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Crossing Boundaries

A groundbreaker in the study of Listeria monocytogenes, Pascale Cossart continues to build her research tool kit to understand how to fight such intracellular human pathogens.

Anatomy of a Virus

A mass spectrometry-based analysis of influenza virions provides a detailed view of their composition.

Keeping Up with IP

It’s never too early to start thinking about intellectual property rights—even for biologists doing basic research.

Surviving the Ice Age

A beginner’s guide to freezing and thawing pluripotent stem cells

Beyond the Blueprint

In addition to serving as a set of instructions to build an individual, the genome can influence neighboring organisms and, potentially, entire ecosystems.

On the Other Hand

Handedness, a conspicuous but enigmatic human trait, may be shared by other animals. What does it mean for evolution and brain function?

News & Opinion

Covering the life sciences inside and out

Should researchers genetically modify wild populations of mosquitoes to curb vector-borne diseases like malaria?

image: Anatomy of a Virus

Anatomy of a Virus

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A mass spectrometry-based analysis of influenza virions provides a detailed view of their composition.

The Scientist’s annual search for the best and brightest life science innovations is drawing to a close. Submit your new product or methodology today for a chance to win!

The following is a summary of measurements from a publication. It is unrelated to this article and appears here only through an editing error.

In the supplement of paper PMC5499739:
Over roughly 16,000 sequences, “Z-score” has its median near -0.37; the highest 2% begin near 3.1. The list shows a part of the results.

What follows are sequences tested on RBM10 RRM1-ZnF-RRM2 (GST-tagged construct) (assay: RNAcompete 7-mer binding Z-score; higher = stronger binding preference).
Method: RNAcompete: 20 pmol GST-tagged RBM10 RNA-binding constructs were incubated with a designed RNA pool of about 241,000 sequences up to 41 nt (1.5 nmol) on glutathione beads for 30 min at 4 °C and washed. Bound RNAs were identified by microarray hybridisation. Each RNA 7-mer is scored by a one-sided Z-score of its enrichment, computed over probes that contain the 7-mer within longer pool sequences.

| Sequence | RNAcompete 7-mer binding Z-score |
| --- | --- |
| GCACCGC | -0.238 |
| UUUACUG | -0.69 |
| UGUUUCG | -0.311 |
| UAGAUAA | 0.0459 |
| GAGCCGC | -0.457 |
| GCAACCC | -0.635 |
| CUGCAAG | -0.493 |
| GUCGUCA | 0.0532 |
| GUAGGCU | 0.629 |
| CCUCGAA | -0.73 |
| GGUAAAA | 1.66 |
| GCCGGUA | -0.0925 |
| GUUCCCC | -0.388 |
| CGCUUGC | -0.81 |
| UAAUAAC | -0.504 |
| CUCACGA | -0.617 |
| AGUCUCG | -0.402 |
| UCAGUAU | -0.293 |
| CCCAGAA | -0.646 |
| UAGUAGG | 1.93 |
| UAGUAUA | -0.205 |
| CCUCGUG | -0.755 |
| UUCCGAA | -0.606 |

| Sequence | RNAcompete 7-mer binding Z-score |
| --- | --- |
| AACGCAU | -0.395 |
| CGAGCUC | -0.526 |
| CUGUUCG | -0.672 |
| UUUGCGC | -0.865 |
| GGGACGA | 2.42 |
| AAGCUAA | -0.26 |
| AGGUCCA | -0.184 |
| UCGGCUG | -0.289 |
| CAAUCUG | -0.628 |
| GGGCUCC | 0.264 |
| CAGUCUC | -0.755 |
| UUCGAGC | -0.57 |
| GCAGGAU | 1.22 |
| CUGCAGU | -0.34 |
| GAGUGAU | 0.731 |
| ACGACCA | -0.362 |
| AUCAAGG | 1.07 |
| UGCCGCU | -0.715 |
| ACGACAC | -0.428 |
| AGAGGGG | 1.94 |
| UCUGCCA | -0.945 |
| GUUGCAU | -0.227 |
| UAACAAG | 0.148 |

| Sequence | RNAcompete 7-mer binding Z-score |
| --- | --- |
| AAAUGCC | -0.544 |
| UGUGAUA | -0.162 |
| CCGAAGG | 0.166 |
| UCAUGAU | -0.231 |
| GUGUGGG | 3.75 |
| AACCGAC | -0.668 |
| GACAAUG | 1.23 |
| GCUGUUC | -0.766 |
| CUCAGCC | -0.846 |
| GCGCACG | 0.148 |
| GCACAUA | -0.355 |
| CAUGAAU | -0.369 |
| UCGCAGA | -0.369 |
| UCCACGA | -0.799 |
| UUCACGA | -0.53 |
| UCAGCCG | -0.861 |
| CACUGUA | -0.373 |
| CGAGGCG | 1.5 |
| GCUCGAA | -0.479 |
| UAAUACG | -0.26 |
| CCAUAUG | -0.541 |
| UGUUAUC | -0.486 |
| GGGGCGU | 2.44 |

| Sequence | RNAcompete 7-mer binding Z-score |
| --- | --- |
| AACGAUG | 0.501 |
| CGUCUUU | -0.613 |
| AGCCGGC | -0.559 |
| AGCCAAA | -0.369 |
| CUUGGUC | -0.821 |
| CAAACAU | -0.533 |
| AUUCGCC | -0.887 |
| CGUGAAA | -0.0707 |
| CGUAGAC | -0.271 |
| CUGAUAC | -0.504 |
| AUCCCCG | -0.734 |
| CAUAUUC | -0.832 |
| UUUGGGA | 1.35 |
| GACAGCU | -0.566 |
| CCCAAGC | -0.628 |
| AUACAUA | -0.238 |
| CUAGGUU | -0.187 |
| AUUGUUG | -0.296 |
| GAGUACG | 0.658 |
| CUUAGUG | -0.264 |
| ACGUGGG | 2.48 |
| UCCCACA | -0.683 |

An external device that mimics the structure of a spleen can cleanse the blood of rats with acute sepsis, ridding the fluid of pathogens and toxins.

The Nutshell

Daily News Roundup

Stem cell trials; genetic engineering and citrus greening; appreciating postdocs

People can categorize words while asleep, a study shows.

An analysis of three independent genome-wide association studies suggests schizophrenia is a group of heritable disorders associated with distinct clinical syndromes.

Dame Julia Polak, who pioneered lung tissue engineering techniques, has passed away at age 75.

Current Issue

September 2014

In addition to serving as a set of instructions to build an individual, the genome can influence neighboring organisms and, potentially, entire ecosystems.

Handedness, a conspicuous but enigmatic human trait, may be shared by other animals. What does it mean for evolution and brain function?

Now showing clinical progress against liver diseases, the gene-silencing technique begins to fulfill some of its promises.

Multimedia

Video, Slideshows, Infographics

Studying handedness in chimps may shed light on the mysterious trait in humans.

Johns Hopkins University Chemist Larry Principe discusses his favorite alchemy painting, the topic of this month’s Foundations.

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Microplate Surface Supports Growth of Spheroid Cultures

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Featured Comment

Marie-Paule Kieny started off her comment oh so right, but then continued oh so wrong.  In this case, forget the bioethicists. Kieny should have said, "We need to tell the bioethicists that there is no other choice."


- Unknown, Bioethics of Experimental Ebola Treatments
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